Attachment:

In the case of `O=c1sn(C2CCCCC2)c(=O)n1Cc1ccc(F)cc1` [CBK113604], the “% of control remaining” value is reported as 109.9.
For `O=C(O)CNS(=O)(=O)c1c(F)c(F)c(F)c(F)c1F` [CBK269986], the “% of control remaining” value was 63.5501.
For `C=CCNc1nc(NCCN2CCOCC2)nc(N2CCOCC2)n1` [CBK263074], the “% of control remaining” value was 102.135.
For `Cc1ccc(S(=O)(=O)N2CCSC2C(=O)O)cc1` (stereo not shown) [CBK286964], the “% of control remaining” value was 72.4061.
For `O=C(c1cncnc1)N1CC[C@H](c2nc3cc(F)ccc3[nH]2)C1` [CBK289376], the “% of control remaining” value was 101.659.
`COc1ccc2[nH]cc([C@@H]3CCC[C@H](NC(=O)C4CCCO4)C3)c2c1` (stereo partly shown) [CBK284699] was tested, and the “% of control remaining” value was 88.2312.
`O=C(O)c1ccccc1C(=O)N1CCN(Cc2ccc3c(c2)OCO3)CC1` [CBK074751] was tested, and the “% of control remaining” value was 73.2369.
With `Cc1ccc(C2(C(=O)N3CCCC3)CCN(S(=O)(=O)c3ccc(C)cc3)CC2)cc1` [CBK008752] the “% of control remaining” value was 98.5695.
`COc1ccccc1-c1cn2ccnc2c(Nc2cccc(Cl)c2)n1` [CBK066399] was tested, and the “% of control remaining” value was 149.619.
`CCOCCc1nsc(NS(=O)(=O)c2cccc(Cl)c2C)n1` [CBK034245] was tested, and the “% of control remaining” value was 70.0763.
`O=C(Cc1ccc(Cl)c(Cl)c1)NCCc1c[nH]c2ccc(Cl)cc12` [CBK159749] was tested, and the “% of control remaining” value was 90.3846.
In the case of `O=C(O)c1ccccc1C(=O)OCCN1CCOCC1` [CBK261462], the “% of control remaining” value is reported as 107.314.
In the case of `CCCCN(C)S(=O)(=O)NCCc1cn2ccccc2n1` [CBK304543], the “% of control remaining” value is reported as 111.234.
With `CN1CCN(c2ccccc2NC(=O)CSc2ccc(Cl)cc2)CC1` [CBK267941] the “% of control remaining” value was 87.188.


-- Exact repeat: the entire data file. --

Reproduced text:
In the case of `O=c1sn(C2CCCCC2)c(=O)n1Cc1ccc(F)cc1` [CBK113604], the “% of control remaining” value is reported as 109.9.
For `O=C(O)CNS(=O)(=O)c1c(F)c(F)c(F)c(F)c1F` [CBK269986], the “% of control remaining” value was 63.5501.
For `C=CCNc1nc(NCCN2CCOCC2)nc(N2CCOCC2)n1` [CBK263074], the “% of control remaining” value was 102.135.
For `Cc1ccc(S(=O)(=O)N2CCSC2C(=O)O)cc1` (stereo not shown) [CBK286964], the “% of control remaining” value was 72.4061.
For `O=C(c1cncnc1)N1CC[C@H](c2nc3cc(F)ccc3[nH]2)C1` [CBK289376], the “% of control remaining” value was 101.659.
`COc1ccc2[nH]cc([C@@H]3CCC[C@H](NC(=O)C4CCCO4)C3)c2c1` (stereo partly shown) [CBK284699] was tested, and the “% of control remaining” value was 88.2312.
`O=C(O)c1ccccc1C(=O)N1CCN(Cc2ccc3c(c2)OCO3)CC1` [CBK074751] was tested, and the “% of control remaining” value was 73.2369.
With `Cc1ccc(C2(C(=O)N3CCCC3)CCN(S(=O)(=O)c3ccc(C)cc3)CC2)cc1` [CBK008752] the “% of control remaining” value was 98.5695.
`COc1ccccc1-c1cn2ccnc2c(Nc2cccc(Cl)c2)n1` [CBK066399] was tested, and the “% of control remaining” value was 149.619.
`CCOCCc1nsc(NS(=O)(=O)c2cccc(Cl)c2C)n1` [CBK034245] was tested, and the “% of control remaining” value was 70.0763.
`O=C(Cc1ccc(Cl)c(Cl)c1)NCCc1c[nH]c2ccc(Cl)cc12` [CBK159749] was tested, and the “% of control remaining” value was 90.3846.
In the case of `O=C(O)c1ccccc1C(=O)OCCN1CCOCC1` [CBK261462], the “% of control remaining” value is reported as 107.314.
In the case of `CCCCN(C)S(=O)(=O)NCCc1cn2ccccc2n1` [CBK304543], the “% of control remaining” value is reported as 111.234.
With `CN1CCN(c2ccccc2NC(=O)CSc2ccc(Cl)cc2)CC1` [CBK267941] the “% of control remaining” value was 87.188.